Science in Christian Perspective
New Insights into Thermodynamics
Mercy Hospital Medical Research Facility
San Diego, California
From: JASA 60 (September 1978): 143.
Scientific work which refutes the claim that the theory of evolution contradicts or violates the Second Law of Thermodynamics, has been awarded the 1977 Nobel Prize in Chemistry. Dr. llya Prigogine's work extends the laws of thermodynamics to systems far from equilibrium. The Second Law of Thermodynamics is often described as if it applied to all systems under all circumstances and conditions. Although the Second Law predicts that reactions of matter near equilibrium conditions tend toward greater homogeneity and less complexity, there are many reactions in natural systems far from equilibrium that increase in complexity.
Prigogine's initial observation of this type of reaction in hydrodynamics was the formation of convection currents and vortices in a fluid subjected to a temperature gradient. Such systems are
maintained at the cost of some energy (the fluid being unevenly heated). Vortices are highly correlated motions and convection currents are orderly and directional. Non-equilibrium differences of temperature create molecular order. Prigogine admitted that the theorem of minimum entropy production for near equilibrium systems that he proposed in 1945, is not valid. His Nobel Prizewinning work indicates that the condition necessary so that new structures may appear is a catalytic or cross-catalytic step.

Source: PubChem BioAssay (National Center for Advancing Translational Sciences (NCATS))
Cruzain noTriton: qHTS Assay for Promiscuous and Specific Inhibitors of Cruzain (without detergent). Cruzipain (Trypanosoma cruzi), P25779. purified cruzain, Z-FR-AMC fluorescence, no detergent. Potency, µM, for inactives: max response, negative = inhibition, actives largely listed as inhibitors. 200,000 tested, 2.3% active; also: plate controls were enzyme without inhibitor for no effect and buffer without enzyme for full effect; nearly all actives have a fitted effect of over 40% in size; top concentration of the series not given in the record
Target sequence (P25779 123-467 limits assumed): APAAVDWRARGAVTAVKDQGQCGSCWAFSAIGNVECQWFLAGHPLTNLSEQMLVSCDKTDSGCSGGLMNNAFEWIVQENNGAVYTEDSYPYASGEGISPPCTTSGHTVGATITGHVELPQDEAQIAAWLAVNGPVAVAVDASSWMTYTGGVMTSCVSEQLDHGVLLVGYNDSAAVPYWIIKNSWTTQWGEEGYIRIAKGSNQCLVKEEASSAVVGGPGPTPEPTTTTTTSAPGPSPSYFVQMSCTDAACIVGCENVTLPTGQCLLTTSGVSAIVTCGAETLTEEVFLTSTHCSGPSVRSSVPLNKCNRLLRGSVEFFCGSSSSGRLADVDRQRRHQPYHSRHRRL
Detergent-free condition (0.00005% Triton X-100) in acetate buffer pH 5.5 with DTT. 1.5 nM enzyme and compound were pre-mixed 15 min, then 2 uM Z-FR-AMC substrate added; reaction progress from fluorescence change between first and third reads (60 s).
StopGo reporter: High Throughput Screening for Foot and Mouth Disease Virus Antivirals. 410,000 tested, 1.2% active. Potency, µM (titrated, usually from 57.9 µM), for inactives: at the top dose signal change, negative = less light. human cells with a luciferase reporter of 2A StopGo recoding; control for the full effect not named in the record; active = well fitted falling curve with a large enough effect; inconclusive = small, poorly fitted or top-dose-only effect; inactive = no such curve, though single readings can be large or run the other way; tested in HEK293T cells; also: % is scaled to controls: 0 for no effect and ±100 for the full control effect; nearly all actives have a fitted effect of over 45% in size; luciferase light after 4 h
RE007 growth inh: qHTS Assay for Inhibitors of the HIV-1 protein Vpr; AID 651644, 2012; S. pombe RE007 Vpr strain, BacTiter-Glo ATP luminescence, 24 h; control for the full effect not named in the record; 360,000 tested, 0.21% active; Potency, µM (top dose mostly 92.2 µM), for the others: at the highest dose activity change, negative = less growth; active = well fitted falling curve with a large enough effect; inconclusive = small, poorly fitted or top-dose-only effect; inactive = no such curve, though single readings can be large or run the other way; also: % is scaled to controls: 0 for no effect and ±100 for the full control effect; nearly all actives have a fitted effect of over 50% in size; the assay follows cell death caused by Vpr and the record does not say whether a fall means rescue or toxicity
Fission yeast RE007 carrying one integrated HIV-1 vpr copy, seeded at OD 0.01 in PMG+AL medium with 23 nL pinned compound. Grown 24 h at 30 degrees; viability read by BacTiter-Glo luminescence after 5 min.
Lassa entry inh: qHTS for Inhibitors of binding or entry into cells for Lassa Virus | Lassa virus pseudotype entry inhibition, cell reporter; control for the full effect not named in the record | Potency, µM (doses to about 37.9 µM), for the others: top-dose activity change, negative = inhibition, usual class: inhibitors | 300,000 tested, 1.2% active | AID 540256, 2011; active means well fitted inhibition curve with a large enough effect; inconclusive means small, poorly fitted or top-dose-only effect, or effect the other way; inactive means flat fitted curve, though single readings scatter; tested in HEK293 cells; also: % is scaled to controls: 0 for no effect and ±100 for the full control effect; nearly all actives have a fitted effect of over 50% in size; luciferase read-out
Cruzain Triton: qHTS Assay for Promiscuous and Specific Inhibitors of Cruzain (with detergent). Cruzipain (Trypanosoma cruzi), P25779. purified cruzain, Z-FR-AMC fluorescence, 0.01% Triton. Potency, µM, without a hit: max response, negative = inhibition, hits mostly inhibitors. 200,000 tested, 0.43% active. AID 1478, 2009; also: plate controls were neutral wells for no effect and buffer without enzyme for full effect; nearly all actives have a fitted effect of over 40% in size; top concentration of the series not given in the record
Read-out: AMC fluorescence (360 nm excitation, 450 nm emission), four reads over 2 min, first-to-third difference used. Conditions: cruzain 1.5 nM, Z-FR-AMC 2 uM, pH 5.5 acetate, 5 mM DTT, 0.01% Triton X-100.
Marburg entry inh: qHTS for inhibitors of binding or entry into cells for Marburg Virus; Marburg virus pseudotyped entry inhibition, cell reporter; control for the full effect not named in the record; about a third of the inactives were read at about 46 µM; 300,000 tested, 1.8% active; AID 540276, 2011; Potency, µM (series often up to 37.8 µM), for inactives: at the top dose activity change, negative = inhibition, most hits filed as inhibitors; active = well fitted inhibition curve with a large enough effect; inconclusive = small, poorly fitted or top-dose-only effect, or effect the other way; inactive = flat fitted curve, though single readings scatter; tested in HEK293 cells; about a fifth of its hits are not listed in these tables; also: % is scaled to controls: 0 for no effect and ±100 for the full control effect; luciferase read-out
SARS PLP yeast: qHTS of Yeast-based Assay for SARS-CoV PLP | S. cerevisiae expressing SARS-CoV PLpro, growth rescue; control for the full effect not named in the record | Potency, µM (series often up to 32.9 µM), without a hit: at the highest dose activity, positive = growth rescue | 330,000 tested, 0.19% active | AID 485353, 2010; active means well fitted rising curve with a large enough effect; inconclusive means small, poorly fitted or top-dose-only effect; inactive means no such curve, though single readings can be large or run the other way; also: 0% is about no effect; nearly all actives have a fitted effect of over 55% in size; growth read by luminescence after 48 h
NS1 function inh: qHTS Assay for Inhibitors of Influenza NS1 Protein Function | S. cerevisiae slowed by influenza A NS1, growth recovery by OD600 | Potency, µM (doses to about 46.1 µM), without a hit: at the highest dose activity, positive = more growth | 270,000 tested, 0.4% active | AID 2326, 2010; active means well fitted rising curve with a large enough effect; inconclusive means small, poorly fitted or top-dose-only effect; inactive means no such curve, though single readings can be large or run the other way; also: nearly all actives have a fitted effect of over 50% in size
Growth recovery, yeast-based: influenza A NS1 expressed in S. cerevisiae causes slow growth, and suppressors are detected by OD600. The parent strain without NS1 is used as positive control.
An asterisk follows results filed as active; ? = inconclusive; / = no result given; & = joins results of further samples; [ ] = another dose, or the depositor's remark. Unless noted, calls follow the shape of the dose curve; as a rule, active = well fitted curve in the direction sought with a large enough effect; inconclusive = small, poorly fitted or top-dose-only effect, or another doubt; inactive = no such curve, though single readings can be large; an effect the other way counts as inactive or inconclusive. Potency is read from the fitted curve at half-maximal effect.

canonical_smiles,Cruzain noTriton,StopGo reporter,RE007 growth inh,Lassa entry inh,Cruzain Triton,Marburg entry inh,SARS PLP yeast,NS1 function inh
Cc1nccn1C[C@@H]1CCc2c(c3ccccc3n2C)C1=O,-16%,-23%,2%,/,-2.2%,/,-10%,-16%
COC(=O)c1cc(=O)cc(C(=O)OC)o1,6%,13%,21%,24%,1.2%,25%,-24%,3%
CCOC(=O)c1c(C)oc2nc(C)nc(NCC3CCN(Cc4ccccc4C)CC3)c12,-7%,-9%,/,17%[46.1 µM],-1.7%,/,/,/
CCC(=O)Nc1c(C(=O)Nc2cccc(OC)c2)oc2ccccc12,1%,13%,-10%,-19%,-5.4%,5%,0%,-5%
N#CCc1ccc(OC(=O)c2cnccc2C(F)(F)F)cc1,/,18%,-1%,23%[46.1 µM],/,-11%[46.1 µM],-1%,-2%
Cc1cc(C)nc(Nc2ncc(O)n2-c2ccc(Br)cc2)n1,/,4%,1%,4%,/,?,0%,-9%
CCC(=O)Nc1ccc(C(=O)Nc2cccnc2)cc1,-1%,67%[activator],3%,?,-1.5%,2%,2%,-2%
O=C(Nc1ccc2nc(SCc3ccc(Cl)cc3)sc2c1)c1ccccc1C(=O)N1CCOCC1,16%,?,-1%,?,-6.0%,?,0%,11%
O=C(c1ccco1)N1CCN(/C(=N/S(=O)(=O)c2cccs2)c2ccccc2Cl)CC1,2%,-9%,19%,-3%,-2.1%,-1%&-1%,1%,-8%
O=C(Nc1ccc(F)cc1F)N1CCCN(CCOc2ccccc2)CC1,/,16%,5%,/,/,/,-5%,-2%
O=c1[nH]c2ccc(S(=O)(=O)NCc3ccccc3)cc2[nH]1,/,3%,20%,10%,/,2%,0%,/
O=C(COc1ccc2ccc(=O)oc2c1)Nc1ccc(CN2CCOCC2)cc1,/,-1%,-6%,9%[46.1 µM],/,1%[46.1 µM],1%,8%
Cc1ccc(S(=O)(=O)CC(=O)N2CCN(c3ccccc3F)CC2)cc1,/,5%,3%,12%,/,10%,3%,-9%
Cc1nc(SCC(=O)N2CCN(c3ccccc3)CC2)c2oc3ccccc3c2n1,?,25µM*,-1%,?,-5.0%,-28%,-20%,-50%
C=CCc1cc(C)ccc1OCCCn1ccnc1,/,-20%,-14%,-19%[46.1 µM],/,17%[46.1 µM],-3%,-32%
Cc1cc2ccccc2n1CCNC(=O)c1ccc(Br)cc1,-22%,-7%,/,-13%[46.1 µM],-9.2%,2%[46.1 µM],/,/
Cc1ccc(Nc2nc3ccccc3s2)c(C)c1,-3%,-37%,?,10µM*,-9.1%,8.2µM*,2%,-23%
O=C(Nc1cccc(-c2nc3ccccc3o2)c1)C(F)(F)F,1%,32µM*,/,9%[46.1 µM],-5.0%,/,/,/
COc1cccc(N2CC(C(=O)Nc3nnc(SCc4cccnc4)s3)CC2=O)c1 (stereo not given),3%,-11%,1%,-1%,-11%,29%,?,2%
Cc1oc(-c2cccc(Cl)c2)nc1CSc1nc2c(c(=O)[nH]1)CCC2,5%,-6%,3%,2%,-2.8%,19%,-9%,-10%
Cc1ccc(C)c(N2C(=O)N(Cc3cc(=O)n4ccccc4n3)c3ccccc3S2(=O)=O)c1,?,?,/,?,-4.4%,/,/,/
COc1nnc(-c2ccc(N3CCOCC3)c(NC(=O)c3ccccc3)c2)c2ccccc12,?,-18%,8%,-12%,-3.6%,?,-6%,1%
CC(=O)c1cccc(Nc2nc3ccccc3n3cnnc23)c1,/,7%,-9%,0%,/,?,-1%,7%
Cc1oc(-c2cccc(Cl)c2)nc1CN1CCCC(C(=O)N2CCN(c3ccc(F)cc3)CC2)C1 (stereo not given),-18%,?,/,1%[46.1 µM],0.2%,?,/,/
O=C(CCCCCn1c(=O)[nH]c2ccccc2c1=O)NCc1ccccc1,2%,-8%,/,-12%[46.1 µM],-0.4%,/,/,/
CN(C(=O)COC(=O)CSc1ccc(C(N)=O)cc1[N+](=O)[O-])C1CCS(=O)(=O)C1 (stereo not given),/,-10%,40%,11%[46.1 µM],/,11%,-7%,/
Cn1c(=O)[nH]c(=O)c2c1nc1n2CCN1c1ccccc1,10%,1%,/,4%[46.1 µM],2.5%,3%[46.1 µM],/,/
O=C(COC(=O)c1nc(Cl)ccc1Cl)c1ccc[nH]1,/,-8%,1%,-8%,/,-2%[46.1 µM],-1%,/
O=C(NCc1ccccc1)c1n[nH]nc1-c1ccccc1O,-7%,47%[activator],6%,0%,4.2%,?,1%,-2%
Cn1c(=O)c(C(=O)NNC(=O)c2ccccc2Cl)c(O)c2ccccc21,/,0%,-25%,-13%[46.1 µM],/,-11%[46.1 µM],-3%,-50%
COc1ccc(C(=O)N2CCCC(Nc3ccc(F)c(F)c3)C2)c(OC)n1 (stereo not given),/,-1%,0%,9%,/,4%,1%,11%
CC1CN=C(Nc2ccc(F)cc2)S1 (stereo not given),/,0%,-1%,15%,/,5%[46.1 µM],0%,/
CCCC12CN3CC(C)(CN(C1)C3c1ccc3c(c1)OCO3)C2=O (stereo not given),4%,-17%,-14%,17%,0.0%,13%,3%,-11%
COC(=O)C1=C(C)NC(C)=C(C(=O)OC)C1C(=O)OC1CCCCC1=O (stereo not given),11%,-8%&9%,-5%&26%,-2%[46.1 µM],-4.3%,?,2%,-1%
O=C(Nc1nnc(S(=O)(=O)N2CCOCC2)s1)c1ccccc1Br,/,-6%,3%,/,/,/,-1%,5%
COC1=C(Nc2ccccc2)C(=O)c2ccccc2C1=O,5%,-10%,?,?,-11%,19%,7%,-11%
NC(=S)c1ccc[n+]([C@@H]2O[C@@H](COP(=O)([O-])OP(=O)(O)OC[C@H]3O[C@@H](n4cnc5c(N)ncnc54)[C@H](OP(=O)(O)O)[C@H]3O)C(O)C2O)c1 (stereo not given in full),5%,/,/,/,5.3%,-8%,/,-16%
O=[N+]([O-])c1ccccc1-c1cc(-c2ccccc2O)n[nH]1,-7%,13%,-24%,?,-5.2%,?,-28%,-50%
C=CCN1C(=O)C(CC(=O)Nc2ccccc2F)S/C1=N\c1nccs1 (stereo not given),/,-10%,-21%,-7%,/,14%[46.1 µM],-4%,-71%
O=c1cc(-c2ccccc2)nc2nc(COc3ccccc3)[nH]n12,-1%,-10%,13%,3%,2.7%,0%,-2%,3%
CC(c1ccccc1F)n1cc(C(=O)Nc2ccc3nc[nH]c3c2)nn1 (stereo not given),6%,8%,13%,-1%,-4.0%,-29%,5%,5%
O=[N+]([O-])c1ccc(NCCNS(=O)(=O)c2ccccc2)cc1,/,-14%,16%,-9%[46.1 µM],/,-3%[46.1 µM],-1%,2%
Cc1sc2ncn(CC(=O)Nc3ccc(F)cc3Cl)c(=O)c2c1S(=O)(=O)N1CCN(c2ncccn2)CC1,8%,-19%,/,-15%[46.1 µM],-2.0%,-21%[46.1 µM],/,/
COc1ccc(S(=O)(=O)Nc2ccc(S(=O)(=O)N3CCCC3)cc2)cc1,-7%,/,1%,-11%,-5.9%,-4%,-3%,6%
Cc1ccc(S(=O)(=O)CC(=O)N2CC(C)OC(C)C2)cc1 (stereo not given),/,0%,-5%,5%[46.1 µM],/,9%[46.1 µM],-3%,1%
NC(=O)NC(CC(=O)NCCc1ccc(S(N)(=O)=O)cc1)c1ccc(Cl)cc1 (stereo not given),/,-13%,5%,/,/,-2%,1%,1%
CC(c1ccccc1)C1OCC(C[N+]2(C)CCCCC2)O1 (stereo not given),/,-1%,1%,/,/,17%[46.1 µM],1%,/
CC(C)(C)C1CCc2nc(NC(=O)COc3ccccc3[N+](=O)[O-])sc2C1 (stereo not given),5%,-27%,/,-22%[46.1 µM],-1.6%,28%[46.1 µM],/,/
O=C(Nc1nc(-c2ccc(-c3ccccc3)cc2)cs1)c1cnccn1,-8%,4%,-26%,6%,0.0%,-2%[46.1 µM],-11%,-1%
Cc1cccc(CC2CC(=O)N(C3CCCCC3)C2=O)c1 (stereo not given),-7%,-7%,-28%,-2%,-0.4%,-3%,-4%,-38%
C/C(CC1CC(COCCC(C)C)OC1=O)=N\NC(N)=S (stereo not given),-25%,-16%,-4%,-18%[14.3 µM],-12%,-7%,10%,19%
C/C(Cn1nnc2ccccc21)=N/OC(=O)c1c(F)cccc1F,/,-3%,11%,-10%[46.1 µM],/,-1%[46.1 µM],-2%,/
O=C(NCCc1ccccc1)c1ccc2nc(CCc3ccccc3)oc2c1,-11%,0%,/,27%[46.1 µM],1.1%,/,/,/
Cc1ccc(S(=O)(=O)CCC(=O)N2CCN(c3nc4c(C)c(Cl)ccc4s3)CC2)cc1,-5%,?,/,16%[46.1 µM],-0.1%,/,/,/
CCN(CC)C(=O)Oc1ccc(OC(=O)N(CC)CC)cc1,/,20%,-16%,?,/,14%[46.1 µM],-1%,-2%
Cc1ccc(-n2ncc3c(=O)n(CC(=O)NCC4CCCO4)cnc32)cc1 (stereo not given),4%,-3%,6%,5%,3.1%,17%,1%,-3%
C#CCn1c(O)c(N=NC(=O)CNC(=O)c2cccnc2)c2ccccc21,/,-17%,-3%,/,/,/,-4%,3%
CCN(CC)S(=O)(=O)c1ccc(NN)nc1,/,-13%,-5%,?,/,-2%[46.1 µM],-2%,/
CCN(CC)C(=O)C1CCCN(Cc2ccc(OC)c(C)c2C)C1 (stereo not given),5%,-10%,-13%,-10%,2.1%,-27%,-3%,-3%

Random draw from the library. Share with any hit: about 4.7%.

Many reactions of this type have since been discovered experimentally in biological systems. Life processes work under nonequilibrium systems, and living matter consists of structures that exist in states that are far from equilibrium. Examples cited are the growth of an entire plant from a seed and the formation of amino acids from primordial soup. Nature is full of processes that spontaneously bring order from chaos and that thrive in seeming contempt of the Second Law of Thermodynamics.
Prigogine's work reconciled the Second Law with the obvious facts of life. He realized that in certain systems - self-catalytic chemical reactions, for example - perturbations that get far enough away from thermal equilibrium will no longer subside but will continue to grow. Such a system eventually can reach a new, stable configuration far from equilibrium; it will then maintain itself against thermal disruption by a continuous throughput of matter and energy, which carry off internally generated entropy to the outside.
Prigogine's work, according to his article in Physics Today, November 1972, may be providing a theoretical framework for understanding the ultimate example of 'self-catalysis" - the origin of life. Only the unwary or uninformed would fall prey to the invalid argument that the Second Law of Thermodynamics contradicts biological evolution.